NPR logo Landon Donovan Makes An Emotional, If Slightly Awkward Farewell

Landon Donovan Makes An Emotional, If Slightly Awkward Farewell

Landon Donovan attempts to score against Ecuador in his final game on the U.S. soccer team. Jim Rogash/Getty Images hide caption

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Jim Rogash/Getty Images

Landon Donovan attempts to score against Ecuador in his final game on the U.S. soccer team.

Jim Rogash/Getty Images

He didn't want to play Friday, but in the end, U.S. soccer legend Landon Donovan was glad he did.

The setting was a farewell game to honor the retiring 32-year-old forward, a friendly game between the U.S. team and Ecuador. Donovan played only 40 minutes and didn't score — although he came close, when he bounced the ball off the goal post in the 25th minute — and the game ended in a 1-1 tie.

But the adoring crowd of more than 36,000 in East Hartford, Conn., chanted his name and gave him a minute-long standing ovation when he came out. By the end of the match, when a retrospective of his career played on the video scoreboard, Donovan could no longer hold back the tears.

Donovan wipes away tears after watching a video tribute on the video scoreboard after the match. Jim Rogash/Getty Images hide caption

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Jim Rogash/Getty Images

Donovan wipes away tears after watching a video tribute on the video scoreboard after the match.

Jim Rogash/Getty Images

"As a human being, to feel that kind of love and support is incredible," he said after the video. "I've put a lot into this game, however many years, and tonight feels like it was worth it. I'm very grateful."

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And what a career it has been: Fifteen years as a professional, a record 57 national team goals — one a stunning end-of-game triumph against Algeria that moved the U.S. forward at the 2010 World Cup — and five MLS cups. Landon is "perhaps America's greatest ever player to sign off," says USA Today.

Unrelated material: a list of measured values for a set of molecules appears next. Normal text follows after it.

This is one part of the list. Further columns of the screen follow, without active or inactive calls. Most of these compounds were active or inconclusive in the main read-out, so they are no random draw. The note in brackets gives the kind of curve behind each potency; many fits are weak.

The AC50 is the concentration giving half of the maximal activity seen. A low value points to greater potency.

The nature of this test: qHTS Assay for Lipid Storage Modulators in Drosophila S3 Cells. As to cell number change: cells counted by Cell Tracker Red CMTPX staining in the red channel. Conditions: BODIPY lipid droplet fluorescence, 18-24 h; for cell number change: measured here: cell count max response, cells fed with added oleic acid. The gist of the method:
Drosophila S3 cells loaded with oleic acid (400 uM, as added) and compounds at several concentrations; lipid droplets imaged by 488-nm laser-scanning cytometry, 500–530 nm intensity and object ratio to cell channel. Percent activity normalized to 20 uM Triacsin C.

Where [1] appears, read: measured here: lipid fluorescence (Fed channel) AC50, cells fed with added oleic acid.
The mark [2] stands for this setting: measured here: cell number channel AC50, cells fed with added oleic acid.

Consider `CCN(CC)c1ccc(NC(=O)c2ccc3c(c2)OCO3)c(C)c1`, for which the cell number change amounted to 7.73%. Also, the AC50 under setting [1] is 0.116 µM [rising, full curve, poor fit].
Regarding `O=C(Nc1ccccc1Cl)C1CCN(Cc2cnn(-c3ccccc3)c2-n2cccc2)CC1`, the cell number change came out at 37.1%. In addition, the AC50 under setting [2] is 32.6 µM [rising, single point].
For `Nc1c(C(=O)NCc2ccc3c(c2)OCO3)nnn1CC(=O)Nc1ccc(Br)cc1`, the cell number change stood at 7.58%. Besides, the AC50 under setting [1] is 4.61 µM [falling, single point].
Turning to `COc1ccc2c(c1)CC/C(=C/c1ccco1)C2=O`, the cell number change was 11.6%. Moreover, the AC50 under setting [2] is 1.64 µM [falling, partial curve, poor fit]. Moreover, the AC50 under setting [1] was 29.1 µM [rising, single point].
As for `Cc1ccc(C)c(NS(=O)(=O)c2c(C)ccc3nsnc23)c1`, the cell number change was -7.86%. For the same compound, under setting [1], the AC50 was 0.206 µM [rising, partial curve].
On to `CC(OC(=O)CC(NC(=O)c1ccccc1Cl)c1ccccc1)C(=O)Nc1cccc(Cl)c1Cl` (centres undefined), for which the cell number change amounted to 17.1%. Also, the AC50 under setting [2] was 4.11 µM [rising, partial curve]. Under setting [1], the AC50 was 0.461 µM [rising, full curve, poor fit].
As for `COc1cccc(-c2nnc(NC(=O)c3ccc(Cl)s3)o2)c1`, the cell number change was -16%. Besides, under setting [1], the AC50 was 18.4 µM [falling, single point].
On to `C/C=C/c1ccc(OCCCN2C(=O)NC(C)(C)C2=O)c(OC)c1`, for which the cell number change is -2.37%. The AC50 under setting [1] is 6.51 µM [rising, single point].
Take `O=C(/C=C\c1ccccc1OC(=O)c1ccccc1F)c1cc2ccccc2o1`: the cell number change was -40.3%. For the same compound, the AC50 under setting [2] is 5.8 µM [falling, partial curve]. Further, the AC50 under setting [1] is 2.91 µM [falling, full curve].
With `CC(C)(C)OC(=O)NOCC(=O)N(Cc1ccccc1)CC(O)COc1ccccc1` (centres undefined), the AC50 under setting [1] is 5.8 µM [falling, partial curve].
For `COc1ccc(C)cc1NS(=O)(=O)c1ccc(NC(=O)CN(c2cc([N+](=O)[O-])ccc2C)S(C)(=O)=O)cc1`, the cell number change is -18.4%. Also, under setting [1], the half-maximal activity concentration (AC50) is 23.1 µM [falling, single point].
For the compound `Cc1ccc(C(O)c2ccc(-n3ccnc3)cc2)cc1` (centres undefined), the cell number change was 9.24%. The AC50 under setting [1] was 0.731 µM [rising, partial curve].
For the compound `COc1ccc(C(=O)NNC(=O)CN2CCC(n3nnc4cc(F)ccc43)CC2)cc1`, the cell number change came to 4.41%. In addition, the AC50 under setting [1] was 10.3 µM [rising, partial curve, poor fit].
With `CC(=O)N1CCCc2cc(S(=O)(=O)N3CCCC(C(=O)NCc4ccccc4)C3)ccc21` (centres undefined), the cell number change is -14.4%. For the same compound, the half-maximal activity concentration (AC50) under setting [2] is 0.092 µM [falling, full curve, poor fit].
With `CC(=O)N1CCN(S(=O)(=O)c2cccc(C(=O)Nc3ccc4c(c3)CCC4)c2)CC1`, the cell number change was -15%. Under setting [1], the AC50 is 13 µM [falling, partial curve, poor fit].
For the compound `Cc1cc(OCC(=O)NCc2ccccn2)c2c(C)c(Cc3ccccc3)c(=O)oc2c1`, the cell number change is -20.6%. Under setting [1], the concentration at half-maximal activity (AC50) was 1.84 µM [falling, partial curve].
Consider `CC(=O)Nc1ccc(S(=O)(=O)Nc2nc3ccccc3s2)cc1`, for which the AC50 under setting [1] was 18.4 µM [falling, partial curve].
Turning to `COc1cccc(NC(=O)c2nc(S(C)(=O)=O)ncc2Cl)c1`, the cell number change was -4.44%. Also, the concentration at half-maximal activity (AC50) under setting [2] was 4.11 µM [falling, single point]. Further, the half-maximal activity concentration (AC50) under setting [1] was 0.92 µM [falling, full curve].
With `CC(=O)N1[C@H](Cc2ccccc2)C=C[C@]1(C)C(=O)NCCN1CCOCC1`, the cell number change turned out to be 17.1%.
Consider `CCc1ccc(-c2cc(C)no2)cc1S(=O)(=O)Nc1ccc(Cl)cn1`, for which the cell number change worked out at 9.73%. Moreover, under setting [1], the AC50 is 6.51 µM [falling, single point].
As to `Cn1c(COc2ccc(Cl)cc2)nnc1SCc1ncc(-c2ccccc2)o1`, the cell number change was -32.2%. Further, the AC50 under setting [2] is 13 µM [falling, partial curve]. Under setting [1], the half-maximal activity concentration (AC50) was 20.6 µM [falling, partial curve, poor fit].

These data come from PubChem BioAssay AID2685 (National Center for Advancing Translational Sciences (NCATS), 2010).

The match gave fans and teammates a chance to honor his career and perhaps wash away the bad taste of Donovan's exclusion from the World Cup this summer in Brazil, says NPR's Tom Goldman.

U.S. Coach Jurgen Klinsmann left Donovan off the 23-man roster, a cut that left Donovan livid and that he said still hurts. At a press conference earlier in the day, he said he still believes he should have played in Brazil, but that the experience helped him learn about himself.

Donovan shakes hands with Head Coach Jurgen Klinsmann as he leaves the field. Jim Rogash/Getty Images hide caption

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Jim Rogash/Getty Images

Donovan shakes hands with Head Coach Jurgen Klinsmann as he leaves the field.

Jim Rogash/Getty Images

"It was also good for me to say, you know, it's not always going to go your way," Donovan said. "And it took time for me to get to that place, but after a while, I said, maybe this is going to be a good thing."

The rift was behind his reluctance to play in a U.S. team finale. He and Klinsmann hadn't spoken since that day in May when the coach told him to go home, but when he came off the field Friday the pair shared a handshake, a few warm words and a hug — albeit an "awkward" one, as Yahoo Sports and others described it.

"Fans repeatedly chanted 'Thank You Landon!' and they gave him a minute-long standing ovation when he was replaced by Joe Corona in the 41st," reports the San Francisco Chronicle.

"I am proudest of this, what we have built. It wouldn't be like this 10 years ago," Donovan said, according to USA Today. "I believe things work out the way they are supposed to. It has been an emotional week. I am going to miss this."

Donovan celebrates with fans after the match. He and teammates led a cheer of "I believe that we can win!" Elise Amendola/AP hide caption

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Elise Amendola/AP

Donovan celebrates with fans after the match. He and teammates led a cheer of "I believe that we can win!"

Elise Amendola/AP